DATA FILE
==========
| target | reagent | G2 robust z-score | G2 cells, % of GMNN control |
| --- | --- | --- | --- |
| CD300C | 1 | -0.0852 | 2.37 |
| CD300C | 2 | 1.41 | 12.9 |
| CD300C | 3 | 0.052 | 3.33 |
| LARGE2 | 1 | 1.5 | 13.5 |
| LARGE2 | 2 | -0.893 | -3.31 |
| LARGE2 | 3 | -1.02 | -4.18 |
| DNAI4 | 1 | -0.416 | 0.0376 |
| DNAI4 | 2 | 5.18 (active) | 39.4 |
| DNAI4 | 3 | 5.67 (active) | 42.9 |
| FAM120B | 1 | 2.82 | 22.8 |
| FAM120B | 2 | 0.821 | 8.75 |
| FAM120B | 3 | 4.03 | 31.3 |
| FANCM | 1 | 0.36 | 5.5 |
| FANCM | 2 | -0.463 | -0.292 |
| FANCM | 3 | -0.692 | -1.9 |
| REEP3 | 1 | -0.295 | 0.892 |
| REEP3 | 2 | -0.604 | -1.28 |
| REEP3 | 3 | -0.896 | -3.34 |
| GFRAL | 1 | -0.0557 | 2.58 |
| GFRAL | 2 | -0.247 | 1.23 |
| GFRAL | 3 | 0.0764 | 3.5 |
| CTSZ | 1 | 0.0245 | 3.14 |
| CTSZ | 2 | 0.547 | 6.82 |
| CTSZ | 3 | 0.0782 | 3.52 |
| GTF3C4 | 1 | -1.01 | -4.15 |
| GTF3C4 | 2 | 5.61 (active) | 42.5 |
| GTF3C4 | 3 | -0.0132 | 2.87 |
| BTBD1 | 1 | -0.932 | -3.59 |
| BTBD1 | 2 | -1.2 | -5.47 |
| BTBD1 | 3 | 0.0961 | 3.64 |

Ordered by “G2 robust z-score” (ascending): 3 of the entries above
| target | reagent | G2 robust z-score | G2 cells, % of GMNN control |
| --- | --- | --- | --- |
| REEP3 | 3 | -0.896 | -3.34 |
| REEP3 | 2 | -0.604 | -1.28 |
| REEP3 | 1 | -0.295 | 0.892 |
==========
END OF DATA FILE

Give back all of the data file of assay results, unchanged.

| target | reagent | G2 robust z-score | G2 cells, % of GMNN control |
| --- | --- | --- | --- |
| CD300C | 1 | -0.0852 | 2.37 |
| CD300C | 2 | 1.41 | 12.9 |
| CD300C | 3 | 0.052 | 3.33 |
| LARGE2 | 1 | 1.5 | 13.5 |
| LARGE2 | 2 | -0.893 | -3.31 |
| LARGE2 | 3 | -1.02 | -4.18 |
| DNAI4 | 1 | -0.416 | 0.0376 |
| DNAI4 | 2 | 5.18 (active) | 39.4 |
| DNAI4 | 3 | 5.67 (active) | 42.9 |
| FAM120B | 1 | 2.82 | 22.8 |
| FAM120B | 2 | 0.821 | 8.75 |
| FAM120B | 3 | 4.03 | 31.3 |
| FANCM | 1 | 0.36 | 5.5 |
| FANCM | 2 | -0.463 | -0.292 |
| FANCM | 3 | -0.692 | -1.9 |
| REEP3 | 1 | -0.295 | 0.892 |
| REEP3 | 2 | -0.604 | -1.28 |
| REEP3 | 3 | -0.896 | -3.34 |
| GFRAL | 1 | -0.0557 | 2.58 |
| GFRAL | 2 | -0.247 | 1.23 |
| GFRAL | 3 | 0.0764 | 3.5 |
| CTSZ | 1 | 0.0245 | 3.14 |
| CTSZ | 2 | 0.547 | 6.82 |
| CTSZ | 3 | 0.0782 | 3.52 |
| GTF3C4 | 1 | -1.01 | -4.15 |
| GTF3C4 | 2 | 5.61 (active) | 42.5 |
| GTF3C4 | 3 | -0.0132 | 2.87 |
| BTBD1 | 1 | -0.932 | -3.59 |
| BTBD1 | 2 | -1.2 | -5.47 |
| BTBD1 | 3 | 0.0961 | 3.64 |

Ordered by “G2 robust z-score” (ascending): 3 of the entries above
| target | reagent | G2 robust z-score | G2 cells, % of GMNN control |
| --- | --- | --- | --- |
| REEP3 | 3 | -0.896 | -3.34 |
| REEP3 | 2 | -0.604 | -1.28 |
| REEP3 | 1 | -0.295 | 0.892 |